As he struggles for air, the beggar asks the Caliph what manner of sentence the law would ascribe to a murderer who had cost him his bride. When the Caliph answers ‘death’, the beggar tells him such a sentence has already been carried out. Alas, the Wazir is still very much alive, ordering his guards to apprehend the beggar and sentence him to death. Lalume reveals all to the Caliph, who – as the future sovereign - puts the Wazir to death, though equally, is forced by the law to exile the beggar from his court. The beggar agrees, his bittersweet separation from his only child softened slightly by his arrangement to marry the newly widowed Lalume, knowing the Caliph will take good care of Marsinah.
Properly executed, Kismet might have lived up to its namesake as an ethereal fable. Instead, the movie is grounded by the severity of its pedestrian plotting; also by Minnelli’s interminably static master shots. We are never drawn into the story, primarily because of Minnelli’s failed staging. What is particularly distressing about Kismet is its abundance of stellar production values. These have been inexplicably squandered by Minnelli. E. Preston Ames' art direction isn't so much flawed as underexposed by Minnelli's inability to move his camera in precise and meaningful ways. In some instances, it is as though we are viewing the action from the proscenium of a live theater, while at other equally as inexplicable instances, Minnelli cuts to a close-up. Upon its release, Kismet was excoriated by the critics, its visual tedium and Minnelli’s ponderous tempo alienating all of its finely crafted artistry.
At a cost of $2.6 million, Kismet barely grossed $2.9 million; its marginal success the first shot off the bow Metro chose to ignore. Alas, Hollywood musicals had suddenly fallen out of favor, not altogether, but with increasing regularity. They would continue to become more of a gamble than profit center for the studio. Kismet was swiftly followed by Brigadoon (1954) and It's Always Fair Weather (1955); Freed’s hat trick of three under-performing musicals slowly drawing his galvanic reign at MGM to a close. The real golden years had ended without anyone even realizing it. Over the years, auteurists have tried to lump Kismet into Minnelli’s body of work, hoping against hope for any sign of the director’s trademarked brilliance. Sadly, Kismet defies such classification. It utterly lacks the beguiling qualities of Minnelli’s other masterworks; the undisputed red-headed stepchild in Minnelli’s formidable canon of classy, classic musical offerings.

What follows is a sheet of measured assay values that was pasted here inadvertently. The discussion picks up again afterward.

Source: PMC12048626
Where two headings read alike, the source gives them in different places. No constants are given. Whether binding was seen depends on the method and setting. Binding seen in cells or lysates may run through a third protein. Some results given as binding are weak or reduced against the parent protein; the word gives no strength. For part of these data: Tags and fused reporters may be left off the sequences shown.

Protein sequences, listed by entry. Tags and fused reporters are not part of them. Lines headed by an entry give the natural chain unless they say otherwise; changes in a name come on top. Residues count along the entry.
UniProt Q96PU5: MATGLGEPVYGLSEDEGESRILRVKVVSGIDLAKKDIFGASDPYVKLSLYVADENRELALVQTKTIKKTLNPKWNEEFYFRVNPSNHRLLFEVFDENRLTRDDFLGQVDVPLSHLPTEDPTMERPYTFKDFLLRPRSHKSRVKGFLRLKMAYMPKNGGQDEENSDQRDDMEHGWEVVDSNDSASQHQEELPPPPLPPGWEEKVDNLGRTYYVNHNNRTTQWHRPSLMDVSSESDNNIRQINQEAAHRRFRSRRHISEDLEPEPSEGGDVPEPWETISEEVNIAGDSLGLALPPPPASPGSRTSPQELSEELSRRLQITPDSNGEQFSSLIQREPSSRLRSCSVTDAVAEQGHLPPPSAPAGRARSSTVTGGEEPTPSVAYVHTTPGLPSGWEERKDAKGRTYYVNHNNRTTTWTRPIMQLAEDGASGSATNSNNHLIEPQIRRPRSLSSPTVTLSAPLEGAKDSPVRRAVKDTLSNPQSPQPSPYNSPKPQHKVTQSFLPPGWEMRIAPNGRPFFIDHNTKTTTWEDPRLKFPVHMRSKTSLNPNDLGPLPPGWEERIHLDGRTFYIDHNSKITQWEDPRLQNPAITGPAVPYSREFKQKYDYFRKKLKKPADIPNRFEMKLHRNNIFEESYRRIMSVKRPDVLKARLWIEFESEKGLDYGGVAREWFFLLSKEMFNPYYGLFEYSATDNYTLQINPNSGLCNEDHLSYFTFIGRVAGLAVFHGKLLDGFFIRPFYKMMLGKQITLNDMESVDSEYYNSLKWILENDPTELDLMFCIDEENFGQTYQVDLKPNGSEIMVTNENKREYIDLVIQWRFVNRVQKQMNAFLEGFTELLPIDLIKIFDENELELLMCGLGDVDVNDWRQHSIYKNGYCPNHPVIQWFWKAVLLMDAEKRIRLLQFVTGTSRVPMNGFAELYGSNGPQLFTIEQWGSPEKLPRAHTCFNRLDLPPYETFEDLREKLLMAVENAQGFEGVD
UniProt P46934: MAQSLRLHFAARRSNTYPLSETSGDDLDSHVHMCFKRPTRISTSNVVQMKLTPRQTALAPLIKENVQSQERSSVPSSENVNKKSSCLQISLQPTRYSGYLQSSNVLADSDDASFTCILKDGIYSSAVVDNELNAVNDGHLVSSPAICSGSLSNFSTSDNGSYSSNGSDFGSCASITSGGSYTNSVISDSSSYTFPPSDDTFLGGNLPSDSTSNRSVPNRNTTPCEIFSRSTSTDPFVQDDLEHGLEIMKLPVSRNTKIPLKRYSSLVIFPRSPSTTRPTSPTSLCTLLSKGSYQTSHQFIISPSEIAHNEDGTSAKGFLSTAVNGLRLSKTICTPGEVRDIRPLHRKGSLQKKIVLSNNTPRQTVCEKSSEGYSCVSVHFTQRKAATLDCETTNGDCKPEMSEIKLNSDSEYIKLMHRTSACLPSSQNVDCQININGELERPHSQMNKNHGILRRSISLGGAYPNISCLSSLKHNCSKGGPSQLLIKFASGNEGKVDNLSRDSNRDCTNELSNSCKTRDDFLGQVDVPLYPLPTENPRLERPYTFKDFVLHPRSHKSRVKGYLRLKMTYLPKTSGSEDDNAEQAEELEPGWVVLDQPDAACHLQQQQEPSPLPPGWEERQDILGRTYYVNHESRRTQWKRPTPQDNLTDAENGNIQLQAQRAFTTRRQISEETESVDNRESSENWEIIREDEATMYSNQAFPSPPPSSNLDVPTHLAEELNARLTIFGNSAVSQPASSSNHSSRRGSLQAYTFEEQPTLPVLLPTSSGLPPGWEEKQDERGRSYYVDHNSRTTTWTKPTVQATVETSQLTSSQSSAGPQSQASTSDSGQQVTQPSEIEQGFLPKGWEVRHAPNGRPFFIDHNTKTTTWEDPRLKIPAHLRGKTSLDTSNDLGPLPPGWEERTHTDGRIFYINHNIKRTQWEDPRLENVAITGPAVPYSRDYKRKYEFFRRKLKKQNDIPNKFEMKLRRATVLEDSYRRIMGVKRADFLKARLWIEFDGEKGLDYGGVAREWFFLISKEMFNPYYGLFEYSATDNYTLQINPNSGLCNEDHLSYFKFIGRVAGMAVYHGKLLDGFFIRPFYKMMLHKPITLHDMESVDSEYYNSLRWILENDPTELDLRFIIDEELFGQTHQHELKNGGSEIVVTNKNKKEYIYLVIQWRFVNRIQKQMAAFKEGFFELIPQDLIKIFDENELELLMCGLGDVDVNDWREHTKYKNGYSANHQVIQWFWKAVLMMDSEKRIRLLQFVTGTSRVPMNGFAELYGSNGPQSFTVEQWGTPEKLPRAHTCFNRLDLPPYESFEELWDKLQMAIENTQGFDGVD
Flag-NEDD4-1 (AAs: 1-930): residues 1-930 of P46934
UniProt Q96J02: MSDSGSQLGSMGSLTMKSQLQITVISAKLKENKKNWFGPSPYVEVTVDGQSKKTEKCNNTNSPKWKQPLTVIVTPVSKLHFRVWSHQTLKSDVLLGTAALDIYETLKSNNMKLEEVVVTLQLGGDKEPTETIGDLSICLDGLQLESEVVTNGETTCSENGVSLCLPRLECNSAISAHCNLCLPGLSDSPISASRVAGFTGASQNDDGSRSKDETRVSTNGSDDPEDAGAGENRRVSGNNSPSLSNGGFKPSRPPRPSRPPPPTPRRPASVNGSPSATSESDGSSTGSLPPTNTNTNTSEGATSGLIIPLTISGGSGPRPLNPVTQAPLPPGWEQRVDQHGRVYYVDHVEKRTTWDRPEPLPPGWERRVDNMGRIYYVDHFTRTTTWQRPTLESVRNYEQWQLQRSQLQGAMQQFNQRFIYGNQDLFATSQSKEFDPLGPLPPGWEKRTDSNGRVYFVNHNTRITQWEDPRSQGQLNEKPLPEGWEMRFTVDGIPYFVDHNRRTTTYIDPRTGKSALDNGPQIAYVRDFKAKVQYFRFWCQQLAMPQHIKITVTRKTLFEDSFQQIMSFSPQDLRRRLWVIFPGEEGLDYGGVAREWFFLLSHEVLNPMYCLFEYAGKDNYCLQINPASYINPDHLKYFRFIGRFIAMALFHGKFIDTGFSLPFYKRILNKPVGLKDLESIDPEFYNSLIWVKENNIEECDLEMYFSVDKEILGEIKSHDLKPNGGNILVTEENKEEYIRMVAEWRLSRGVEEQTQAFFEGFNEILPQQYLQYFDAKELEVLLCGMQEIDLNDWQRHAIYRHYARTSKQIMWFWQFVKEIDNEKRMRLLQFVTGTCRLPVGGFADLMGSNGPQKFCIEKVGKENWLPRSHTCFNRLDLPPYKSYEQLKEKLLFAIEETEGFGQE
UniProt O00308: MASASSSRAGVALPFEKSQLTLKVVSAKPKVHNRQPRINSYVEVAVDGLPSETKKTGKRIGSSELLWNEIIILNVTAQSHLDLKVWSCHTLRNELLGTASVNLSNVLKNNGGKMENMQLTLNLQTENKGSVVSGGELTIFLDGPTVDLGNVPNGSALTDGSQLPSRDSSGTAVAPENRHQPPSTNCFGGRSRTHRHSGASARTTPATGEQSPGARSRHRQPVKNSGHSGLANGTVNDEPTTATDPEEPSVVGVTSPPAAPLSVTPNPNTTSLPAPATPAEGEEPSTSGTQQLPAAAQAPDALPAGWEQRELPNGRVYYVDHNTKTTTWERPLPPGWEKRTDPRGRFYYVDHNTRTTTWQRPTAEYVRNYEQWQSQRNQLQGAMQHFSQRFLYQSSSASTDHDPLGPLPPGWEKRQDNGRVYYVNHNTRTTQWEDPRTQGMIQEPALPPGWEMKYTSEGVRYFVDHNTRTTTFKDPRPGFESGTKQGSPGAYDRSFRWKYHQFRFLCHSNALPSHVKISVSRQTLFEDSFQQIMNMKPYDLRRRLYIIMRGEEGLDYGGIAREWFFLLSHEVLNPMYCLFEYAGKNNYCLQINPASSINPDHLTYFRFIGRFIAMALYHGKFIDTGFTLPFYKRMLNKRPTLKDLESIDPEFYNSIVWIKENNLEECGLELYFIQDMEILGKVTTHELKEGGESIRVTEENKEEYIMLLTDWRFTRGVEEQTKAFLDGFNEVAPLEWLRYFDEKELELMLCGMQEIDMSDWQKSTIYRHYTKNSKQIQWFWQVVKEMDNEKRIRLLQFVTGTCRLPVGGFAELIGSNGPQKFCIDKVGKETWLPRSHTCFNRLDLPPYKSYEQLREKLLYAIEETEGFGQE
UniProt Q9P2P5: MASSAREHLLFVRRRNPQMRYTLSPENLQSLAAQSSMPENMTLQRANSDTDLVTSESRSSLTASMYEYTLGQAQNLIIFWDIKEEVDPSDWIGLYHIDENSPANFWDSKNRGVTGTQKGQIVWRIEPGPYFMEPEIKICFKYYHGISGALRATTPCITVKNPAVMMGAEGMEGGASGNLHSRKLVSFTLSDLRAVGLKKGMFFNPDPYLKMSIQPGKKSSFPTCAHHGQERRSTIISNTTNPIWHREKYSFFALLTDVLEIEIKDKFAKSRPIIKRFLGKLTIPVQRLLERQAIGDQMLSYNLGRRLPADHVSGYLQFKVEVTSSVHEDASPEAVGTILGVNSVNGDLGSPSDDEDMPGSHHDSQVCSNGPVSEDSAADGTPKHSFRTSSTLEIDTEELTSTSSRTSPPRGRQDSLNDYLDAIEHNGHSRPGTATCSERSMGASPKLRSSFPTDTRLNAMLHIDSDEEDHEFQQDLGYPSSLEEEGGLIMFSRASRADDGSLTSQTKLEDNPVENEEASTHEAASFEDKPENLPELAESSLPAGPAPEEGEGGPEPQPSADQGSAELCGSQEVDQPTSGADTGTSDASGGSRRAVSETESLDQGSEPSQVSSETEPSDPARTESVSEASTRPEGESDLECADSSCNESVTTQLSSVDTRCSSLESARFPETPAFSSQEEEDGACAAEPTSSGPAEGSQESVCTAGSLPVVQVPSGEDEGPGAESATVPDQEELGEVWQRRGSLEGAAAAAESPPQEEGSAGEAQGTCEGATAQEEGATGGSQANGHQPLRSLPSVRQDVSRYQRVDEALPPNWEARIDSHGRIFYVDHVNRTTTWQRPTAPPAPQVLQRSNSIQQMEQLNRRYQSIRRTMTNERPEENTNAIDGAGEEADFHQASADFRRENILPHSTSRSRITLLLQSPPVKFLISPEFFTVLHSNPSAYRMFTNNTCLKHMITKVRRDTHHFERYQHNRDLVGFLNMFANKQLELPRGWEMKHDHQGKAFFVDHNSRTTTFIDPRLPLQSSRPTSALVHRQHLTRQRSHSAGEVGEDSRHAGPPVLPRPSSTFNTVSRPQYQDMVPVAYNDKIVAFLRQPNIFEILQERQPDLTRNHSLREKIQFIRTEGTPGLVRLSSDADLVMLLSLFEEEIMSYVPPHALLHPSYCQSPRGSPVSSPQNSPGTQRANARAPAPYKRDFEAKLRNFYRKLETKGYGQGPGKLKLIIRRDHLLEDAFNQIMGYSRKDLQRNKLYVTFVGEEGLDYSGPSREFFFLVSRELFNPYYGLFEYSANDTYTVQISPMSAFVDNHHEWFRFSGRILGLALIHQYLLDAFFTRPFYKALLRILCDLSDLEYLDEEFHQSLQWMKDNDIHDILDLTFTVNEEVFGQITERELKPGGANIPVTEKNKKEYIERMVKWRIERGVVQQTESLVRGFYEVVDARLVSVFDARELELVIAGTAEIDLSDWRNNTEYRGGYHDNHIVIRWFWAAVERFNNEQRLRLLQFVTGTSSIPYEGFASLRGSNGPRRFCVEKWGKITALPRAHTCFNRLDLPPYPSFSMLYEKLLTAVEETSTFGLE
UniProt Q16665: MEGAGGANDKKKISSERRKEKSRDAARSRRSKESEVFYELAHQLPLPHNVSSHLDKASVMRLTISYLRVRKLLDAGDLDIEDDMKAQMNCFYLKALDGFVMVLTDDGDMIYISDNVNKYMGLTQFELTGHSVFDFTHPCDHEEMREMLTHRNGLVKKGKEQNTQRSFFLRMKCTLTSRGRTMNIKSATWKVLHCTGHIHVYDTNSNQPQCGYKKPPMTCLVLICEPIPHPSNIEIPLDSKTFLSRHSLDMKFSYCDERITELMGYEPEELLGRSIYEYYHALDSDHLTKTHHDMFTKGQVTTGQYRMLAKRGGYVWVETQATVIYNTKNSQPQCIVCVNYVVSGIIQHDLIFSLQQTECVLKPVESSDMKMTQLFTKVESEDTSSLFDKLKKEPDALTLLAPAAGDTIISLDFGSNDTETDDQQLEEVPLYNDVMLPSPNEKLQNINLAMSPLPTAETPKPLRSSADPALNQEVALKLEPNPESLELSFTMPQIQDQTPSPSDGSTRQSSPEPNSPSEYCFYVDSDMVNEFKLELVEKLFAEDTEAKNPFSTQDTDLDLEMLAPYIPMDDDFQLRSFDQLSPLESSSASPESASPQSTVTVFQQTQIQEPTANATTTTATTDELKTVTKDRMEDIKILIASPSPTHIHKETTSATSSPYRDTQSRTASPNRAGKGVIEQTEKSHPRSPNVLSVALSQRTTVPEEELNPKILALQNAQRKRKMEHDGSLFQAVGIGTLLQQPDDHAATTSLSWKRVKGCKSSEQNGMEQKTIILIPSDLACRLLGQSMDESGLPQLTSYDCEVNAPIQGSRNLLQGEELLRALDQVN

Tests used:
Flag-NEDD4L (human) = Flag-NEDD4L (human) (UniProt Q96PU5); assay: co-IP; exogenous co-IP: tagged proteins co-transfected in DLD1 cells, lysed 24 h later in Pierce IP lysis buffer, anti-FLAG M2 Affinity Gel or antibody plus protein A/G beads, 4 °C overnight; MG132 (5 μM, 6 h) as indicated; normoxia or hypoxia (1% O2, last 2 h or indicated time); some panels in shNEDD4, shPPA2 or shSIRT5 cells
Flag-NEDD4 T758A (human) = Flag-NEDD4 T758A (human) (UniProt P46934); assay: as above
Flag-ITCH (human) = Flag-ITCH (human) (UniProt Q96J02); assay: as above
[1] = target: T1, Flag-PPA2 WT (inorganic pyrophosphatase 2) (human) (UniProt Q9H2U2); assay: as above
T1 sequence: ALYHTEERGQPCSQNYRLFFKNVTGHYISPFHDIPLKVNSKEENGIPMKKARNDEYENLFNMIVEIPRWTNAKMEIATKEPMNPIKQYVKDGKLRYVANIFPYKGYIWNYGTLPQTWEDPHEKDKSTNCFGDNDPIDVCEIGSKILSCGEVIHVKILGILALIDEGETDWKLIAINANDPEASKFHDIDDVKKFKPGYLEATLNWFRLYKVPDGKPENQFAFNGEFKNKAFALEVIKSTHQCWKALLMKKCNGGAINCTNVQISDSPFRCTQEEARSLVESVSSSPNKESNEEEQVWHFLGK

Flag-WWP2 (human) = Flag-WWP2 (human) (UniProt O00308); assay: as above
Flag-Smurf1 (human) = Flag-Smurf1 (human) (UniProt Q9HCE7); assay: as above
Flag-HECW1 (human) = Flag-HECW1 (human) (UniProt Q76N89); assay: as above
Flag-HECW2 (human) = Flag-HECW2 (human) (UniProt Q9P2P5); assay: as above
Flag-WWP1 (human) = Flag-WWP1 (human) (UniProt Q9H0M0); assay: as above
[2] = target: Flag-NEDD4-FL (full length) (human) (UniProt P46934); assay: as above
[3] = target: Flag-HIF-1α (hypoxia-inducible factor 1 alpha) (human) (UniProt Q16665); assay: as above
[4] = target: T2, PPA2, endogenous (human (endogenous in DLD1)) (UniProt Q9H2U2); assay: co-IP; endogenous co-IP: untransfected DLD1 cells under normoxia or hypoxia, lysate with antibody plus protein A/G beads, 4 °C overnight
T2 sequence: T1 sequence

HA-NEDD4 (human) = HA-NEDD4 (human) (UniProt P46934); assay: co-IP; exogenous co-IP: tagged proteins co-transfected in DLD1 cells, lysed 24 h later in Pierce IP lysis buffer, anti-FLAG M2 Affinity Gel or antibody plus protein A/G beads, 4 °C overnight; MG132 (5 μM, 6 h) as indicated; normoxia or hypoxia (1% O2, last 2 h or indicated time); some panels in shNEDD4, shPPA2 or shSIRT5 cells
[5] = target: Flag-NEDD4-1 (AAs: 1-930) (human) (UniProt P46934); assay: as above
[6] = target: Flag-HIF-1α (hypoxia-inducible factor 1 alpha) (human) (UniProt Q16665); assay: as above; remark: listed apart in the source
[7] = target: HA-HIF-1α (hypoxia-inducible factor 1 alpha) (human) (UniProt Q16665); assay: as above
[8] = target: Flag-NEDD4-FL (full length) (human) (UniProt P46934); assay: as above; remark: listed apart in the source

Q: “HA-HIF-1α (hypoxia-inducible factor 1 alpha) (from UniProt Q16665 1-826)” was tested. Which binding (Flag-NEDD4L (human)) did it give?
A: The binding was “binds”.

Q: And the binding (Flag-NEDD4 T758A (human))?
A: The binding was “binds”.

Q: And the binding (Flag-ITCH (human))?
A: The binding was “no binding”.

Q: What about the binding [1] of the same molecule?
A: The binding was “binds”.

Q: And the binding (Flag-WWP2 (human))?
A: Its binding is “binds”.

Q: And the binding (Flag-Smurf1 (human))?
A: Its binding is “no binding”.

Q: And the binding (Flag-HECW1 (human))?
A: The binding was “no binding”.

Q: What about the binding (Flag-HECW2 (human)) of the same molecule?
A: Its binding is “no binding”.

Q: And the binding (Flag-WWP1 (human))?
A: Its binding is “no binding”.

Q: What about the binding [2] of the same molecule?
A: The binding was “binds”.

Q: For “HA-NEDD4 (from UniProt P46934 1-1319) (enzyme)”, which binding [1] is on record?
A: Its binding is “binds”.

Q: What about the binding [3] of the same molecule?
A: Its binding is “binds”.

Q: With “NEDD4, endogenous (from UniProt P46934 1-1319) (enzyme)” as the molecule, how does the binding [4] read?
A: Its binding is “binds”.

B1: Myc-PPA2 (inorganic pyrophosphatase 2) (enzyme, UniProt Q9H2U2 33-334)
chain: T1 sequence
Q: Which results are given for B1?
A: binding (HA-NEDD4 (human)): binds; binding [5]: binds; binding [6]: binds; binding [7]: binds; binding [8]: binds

MGM, the studio once boasting ‘more stars than there are in heaven’ hastened its own decline on the heels of Kismet’s failure by continuing to pump out musicals that failed to capture the popular zeitgeist and imagination. Costs were up and production decidedly down. Worse, 1955 marked an end to the studio’s star system. Expiring contracts were not renewed; talent now underused, being hired on a picture-by-picture basis. The musical - the most costly of all genres to produce, had suddenly become precariously unstable and a liability rather than an asset. Today, Kismet seems like a textbook example of all that was wrong with the Hollywood musical in particular and studio system in general back then. However, it is important to remember it was begun with higher aspirations; handcrafted by artisans who – apart from Minnelli – were toiling at the top of their game. That the outcome failed to gel is entirely Minnelli’s cross to bear, for he never embraced the project with his same level of commitment that had made his name in the genre. Bad timing, lousy directing and changing audience tastes all conspired to deprive Kismet of its legacy. It ought to have been a triumph for MGM. Alas, Kismet – t’was not to be.
To see Kismet arrive on Blu-ray is a minor curiosity. Several years ago, WB’s V.P. George Feltenstein was quoted as saying creative types should never be in charge of deciding home video output, for they would choose personal favorites over guaranteed moneymakers and thus bankrupt the enterprise. In light of Kismet’s hi-def debut, however, I am left wondering whose personal favorite Kismet is; for there could be no other reason for its’ arrival ahead of such regularly requested musicals as High Society, Seven Brides for Seven Brothers, The Band Wagon and Anchors Aweigh. If Kismet is remembered at all today it is as an artistic lemon.
But wait: there’s good news for fans. Kismet looks ravishing on Blu-ray. Warner’s archive division has given us another superior 1080p transfer. It positively sparkles. The Eastman color looks glorious; contrast, bang on and with an exquisite amount of accurately reproduced grain to boot. Better still, the image exhibits startling clarity and hardly a hint of age-related damage. While Kismet’s entertainment value remains questionable, I cannot deny this is a very fine looking visual presentation. Kismet’s audio is even more impressive. Sourced in DTS 5.0 from original six track magnetic stereo elements, the film’s sound field is astonishingly aggressive. Wow! Warner pads out this disc with the same short subjects and deleted musical sequence that accompanied its 2003 release on DVD. Bottom line: highly recommended for quality.
FILM RATING (out of 5 - 5 being the best)